V.S. Central district pitches $8 million capital project funding package


Board of Education members took a grand tour of the Valley Stream Central High School District’s four schools, hopping from classroom to classroom with building administrators in tow.

Their mission? To assess the financial needs of each school and hash out an initial vision for the district’s proposed budget plan to meet those needs. In particular, they aimed to figure out, from their list of possible school improvement capital projects, which ones get funded and which ones get culled.

This budget season, board members approved securing roughly $2.23 million in what administrators described as “must-have,” meat-and-potatoes school improvement budget items, as outlined by Superintendent Wayne Loper.

These budget items include repairing and maintaining blacktop and concrete, renovating faculty restrooms, buying an additional bus and replacing musical instruments.

Additionally, administrators aimed to add even more modernized furniture to classrooms in the district.  Already, district students are learning in classes outfitted with triangular desks with flattened corners that can easily be moved and joined together to create collaborative, friendly learning spaces. Science labs with ceiling-mounted charging cables. Libraries with cozy study pod chairs and swivel seats, which also serve as laptop holders.

Yet despite this trend toward modernity, traces of outdated and out-of-fashion architecture remain. Among the biggest eyesores, according to Loper, are the Venetian blinds used to shade classroom windows in all four schools, shades whose time he said has long passed and simply must go.

Beyond those items, board members were left to consider seven potential large-scale projects totaling upwards of $7 million in price. The list largely reflected what principals in all four schools saw as priority renovations for their buildings.

And some items were more urgent than others — like the need for a new $1.35 million storage space facility at South after the district’s architect ruled that South’s garage, its current storage place, is to be knocked down and must be rebuilt from scratch.

“There’s no basement at South because this school is built on a flood plain, so storage is at a premium,” said Loper. “The garage needs to be torn down and replaced with a butler-type building. It’s one of those large projects that need to be done.”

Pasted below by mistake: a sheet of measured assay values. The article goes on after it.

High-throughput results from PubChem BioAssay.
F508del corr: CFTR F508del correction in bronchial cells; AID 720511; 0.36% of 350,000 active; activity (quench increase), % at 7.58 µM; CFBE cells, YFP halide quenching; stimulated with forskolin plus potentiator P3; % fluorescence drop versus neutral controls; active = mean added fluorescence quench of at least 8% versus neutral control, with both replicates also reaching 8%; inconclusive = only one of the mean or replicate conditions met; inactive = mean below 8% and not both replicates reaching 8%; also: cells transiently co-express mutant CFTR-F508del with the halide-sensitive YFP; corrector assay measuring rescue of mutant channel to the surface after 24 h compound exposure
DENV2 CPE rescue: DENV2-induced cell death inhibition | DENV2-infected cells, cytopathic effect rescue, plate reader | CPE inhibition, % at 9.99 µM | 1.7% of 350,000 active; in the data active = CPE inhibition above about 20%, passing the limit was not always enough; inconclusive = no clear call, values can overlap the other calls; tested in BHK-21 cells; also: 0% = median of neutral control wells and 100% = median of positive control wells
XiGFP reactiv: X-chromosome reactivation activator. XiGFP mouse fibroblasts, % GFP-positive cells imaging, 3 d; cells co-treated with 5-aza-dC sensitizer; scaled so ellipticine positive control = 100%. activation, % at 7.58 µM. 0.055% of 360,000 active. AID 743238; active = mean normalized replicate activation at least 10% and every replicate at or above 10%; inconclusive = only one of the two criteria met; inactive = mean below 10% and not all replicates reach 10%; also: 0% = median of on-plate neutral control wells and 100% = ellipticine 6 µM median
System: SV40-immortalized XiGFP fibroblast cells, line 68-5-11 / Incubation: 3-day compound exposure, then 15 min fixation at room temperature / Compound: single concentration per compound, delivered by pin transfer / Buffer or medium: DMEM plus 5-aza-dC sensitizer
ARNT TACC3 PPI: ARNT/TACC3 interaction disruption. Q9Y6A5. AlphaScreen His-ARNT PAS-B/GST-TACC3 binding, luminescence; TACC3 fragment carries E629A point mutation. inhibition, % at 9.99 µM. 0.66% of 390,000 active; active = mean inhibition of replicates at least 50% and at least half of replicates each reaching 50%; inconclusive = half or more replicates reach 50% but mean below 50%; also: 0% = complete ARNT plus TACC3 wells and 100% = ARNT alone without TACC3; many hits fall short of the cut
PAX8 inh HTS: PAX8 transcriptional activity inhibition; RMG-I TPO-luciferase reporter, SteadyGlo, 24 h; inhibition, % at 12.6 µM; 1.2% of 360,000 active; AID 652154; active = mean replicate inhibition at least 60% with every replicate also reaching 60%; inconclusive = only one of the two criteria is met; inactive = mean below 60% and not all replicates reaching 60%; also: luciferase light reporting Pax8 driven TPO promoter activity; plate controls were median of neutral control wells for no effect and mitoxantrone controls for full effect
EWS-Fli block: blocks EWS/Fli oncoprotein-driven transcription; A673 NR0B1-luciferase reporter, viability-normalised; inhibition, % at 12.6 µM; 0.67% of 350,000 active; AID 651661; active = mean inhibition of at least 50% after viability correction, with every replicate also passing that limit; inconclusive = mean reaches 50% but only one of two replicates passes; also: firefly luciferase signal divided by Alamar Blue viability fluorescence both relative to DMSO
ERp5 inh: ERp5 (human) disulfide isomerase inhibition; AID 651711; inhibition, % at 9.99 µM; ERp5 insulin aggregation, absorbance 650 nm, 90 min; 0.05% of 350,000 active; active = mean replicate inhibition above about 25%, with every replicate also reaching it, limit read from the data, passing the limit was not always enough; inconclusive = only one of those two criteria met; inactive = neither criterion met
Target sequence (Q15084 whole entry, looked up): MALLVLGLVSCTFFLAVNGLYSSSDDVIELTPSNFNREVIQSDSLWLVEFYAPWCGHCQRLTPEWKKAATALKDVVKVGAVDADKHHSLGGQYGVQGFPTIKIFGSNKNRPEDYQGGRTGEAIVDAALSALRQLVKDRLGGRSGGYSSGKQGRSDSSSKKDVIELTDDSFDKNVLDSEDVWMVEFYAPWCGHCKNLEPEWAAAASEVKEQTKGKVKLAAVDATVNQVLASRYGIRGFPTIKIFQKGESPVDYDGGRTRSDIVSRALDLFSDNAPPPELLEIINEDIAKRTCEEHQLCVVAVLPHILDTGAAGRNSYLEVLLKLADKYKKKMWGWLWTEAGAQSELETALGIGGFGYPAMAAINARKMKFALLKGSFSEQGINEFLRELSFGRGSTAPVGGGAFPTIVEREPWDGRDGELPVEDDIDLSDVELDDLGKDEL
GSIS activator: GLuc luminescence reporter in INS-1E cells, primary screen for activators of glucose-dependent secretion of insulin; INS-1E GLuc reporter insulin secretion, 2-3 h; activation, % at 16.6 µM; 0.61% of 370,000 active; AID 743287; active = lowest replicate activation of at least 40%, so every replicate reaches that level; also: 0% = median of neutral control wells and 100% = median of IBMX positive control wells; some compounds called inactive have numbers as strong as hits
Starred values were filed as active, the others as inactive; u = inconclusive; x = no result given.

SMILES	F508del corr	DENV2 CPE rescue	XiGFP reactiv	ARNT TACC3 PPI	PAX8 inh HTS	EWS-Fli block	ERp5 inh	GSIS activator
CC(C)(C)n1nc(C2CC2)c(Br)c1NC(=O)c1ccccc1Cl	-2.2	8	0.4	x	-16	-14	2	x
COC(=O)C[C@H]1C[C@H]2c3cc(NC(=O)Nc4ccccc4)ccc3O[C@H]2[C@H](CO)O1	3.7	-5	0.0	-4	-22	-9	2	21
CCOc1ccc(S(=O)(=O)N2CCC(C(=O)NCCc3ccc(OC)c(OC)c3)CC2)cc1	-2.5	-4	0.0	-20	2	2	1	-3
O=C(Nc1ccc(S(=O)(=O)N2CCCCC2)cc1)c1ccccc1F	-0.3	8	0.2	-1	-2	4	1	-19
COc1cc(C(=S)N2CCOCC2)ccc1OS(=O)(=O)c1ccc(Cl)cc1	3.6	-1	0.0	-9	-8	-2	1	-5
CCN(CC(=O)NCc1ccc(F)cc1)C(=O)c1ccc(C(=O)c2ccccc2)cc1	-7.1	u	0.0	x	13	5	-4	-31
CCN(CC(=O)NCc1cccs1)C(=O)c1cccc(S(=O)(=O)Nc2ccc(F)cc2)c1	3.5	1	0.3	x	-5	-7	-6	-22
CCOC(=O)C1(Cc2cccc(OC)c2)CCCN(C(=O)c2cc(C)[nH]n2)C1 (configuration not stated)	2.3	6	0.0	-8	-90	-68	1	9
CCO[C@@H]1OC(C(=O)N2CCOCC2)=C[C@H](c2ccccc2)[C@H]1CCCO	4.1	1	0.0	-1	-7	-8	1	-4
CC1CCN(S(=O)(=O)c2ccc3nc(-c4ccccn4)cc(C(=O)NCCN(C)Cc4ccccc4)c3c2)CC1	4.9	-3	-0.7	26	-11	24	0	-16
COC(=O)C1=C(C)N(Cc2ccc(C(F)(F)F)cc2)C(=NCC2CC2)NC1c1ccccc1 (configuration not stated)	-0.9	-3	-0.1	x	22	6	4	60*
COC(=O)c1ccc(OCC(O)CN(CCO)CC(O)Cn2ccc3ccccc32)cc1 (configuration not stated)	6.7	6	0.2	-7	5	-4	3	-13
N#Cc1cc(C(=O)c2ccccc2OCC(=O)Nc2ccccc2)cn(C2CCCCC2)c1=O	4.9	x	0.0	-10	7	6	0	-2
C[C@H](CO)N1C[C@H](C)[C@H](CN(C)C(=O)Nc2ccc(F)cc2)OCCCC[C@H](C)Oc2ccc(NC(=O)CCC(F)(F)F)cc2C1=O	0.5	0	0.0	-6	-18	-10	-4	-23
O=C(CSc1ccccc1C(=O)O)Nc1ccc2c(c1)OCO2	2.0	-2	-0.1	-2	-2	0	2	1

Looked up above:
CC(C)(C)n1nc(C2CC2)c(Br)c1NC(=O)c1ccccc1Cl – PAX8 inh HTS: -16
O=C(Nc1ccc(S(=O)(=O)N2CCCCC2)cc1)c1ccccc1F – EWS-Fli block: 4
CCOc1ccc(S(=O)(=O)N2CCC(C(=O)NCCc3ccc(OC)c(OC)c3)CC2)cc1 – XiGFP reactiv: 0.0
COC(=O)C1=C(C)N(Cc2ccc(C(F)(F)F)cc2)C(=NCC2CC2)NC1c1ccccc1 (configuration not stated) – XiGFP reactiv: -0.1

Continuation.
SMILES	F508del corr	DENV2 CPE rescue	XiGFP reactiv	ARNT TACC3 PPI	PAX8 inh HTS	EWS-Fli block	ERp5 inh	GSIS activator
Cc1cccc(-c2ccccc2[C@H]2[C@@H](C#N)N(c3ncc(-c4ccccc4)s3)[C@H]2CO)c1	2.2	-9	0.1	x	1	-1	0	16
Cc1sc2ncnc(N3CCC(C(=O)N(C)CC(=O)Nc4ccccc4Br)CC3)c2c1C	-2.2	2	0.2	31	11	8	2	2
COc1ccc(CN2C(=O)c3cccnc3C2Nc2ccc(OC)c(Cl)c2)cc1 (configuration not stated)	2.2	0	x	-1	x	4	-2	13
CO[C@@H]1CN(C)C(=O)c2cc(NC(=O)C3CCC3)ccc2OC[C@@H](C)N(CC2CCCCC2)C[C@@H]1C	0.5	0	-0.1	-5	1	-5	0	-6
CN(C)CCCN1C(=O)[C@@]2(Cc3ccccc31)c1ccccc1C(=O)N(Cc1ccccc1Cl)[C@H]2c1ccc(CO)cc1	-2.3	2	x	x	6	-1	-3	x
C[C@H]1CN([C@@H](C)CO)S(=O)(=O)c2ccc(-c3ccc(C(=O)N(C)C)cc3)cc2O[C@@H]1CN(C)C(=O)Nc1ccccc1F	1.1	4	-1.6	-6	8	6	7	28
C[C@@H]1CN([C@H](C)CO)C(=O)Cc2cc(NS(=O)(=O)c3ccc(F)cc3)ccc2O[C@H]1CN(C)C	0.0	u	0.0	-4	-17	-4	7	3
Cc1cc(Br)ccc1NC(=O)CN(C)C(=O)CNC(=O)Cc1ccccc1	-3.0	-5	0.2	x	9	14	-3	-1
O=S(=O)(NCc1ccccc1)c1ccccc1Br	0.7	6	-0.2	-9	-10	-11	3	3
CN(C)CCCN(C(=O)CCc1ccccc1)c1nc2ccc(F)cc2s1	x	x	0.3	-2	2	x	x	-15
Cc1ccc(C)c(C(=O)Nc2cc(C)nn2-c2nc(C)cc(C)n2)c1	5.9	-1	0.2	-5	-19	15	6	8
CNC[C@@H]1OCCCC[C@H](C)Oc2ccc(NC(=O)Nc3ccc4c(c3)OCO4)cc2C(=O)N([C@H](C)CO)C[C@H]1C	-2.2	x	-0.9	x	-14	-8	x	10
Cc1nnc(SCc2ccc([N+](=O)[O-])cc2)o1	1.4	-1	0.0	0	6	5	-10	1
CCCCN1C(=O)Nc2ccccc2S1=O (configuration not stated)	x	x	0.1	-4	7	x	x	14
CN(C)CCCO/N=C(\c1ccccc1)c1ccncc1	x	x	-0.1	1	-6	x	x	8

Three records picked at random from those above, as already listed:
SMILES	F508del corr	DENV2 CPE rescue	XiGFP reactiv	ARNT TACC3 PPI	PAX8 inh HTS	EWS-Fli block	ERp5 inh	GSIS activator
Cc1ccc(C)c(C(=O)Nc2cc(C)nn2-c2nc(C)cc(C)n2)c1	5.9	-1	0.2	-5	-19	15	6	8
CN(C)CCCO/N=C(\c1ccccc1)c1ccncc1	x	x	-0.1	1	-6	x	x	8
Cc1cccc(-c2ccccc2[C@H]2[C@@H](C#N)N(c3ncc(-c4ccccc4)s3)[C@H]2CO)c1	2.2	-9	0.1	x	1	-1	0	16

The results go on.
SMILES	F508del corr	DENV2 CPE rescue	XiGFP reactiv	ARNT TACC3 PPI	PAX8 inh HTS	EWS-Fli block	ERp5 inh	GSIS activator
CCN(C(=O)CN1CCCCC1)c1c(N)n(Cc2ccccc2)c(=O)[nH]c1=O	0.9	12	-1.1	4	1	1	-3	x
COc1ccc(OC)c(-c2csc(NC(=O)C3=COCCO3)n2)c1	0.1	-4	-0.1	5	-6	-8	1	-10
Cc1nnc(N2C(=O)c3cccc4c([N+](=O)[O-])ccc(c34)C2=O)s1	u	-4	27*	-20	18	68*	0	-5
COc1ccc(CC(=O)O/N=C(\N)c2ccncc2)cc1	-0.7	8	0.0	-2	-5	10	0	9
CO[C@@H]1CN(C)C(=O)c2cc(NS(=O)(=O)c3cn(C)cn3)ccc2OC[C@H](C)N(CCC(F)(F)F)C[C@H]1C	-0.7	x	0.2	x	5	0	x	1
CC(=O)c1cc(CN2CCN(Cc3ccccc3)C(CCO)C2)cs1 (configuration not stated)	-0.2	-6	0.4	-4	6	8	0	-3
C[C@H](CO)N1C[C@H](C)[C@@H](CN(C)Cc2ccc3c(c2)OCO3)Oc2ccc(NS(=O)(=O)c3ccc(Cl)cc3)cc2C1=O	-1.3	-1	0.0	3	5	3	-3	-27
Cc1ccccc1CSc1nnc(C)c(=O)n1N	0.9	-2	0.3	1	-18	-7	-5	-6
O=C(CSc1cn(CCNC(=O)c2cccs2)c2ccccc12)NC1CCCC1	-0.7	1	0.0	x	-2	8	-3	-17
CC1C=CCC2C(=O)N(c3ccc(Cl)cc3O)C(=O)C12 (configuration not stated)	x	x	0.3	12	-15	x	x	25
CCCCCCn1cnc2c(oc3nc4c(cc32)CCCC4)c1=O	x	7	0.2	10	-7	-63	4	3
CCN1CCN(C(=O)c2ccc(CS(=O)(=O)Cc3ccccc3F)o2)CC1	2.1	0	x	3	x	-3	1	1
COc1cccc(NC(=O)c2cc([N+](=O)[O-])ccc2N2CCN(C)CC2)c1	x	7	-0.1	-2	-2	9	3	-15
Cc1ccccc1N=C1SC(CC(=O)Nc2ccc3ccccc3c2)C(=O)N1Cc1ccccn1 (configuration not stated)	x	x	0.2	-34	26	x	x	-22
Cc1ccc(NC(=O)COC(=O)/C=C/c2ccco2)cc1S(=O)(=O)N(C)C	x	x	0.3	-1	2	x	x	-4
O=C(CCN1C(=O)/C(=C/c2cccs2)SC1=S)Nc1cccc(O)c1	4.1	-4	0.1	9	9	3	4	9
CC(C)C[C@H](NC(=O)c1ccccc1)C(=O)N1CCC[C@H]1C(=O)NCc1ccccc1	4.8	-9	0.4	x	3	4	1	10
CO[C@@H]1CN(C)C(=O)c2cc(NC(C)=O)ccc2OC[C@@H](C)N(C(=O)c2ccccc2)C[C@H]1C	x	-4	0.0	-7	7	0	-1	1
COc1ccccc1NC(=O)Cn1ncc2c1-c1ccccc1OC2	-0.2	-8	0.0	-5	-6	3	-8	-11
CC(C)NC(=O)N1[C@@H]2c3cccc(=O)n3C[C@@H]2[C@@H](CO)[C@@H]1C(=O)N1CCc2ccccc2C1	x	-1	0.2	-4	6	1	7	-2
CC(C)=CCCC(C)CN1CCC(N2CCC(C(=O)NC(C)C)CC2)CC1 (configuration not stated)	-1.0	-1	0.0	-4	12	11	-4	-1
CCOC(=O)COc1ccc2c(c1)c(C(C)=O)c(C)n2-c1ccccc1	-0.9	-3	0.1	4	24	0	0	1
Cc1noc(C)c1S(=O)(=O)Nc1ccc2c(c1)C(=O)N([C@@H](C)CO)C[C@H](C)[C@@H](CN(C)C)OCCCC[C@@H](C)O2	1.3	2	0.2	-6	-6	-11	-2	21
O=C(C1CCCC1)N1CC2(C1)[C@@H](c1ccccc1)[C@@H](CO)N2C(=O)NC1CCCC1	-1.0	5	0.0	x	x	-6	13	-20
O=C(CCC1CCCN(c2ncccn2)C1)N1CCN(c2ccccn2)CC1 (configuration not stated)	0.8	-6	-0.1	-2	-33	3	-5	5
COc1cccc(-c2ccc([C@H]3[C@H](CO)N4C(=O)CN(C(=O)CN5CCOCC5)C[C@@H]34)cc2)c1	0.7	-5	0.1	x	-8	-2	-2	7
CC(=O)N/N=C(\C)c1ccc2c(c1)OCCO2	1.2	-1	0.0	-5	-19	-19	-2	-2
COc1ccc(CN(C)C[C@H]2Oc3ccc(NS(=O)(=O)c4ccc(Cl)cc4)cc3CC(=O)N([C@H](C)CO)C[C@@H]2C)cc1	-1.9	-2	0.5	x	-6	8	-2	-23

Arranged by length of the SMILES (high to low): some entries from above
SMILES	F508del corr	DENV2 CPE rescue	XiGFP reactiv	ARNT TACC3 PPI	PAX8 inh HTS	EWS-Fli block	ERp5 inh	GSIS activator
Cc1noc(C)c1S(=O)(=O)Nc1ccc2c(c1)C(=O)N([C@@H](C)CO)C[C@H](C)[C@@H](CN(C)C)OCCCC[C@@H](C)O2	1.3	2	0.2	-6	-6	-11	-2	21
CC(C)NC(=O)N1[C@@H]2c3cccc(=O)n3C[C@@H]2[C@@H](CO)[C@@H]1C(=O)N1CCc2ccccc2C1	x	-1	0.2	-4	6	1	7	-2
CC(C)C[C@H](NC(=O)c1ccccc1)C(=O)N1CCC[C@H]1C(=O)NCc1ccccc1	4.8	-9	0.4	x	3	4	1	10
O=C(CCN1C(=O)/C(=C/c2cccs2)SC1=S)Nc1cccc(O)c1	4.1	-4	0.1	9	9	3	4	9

But there were also more innovative, big-leap projects worth mulling over. These projects include giving Central High School’s decades-long, districtwide cosmetology program a nearly $1 million upgrade to its classroom and salon station and shoring up money for the district’s first barbering program. Another consideration: Riding the momentum of school districts like Baldwin in incorporating “smart lockers” that open with the swipe of a student’s smart card ID badge.

In the end, rather than selecting their top picks from the wish list, board members decided on taking from the district’s $2 million in capital reserves and using its current operating fund balance of $6.5 million to fund all seven of the proposed projects. The difference would be made up by pooling from the school’s lunch fund.

“Though I’m not recommending it, if the board chooses to vote on a capital reserves and fund balance proposition, even after that money is set aside, the district still has left over a fund balance of 5.8 million dollars in reserve,” said Loper at the Jan. 7 board meeting.

Despite some board members’ initial hesitation to propose extracting everything from the district’s capital reserve funds to pay for all of the pitched projects, that plan won out in the end.

“These projects take forever to actually happen, and it is a while before it happens,” said Board of Education President Kenneth Cummings. “There’s nothing frivolous on here. We saw that everything here will make the student experience better. It might be a stretch, but doing the right thing would mean doing it all and giving the taxpayers the opportunity to vote at no additional cost since these are capital projects.”

A clearer picture of how well the budget’s funding proposition holds up to reality and gains the confidence of voters will come into focus in the coming weeks with, among other things, word on how much the district receives in federal and state funding.

All eyes are on Gov. Kathy Hochul’s proposed budget plan for the new fiscal year — which, as of press time, was set to be released on Wednesday — to see if she will inject a significant source of funding toward education or tilt toward more tight-fisted spending.

“Hopefully our new governor comes through with their promises of aid that they put out last year and if so, the district should be in a fine position for the upcoming budget season,” said Loper.

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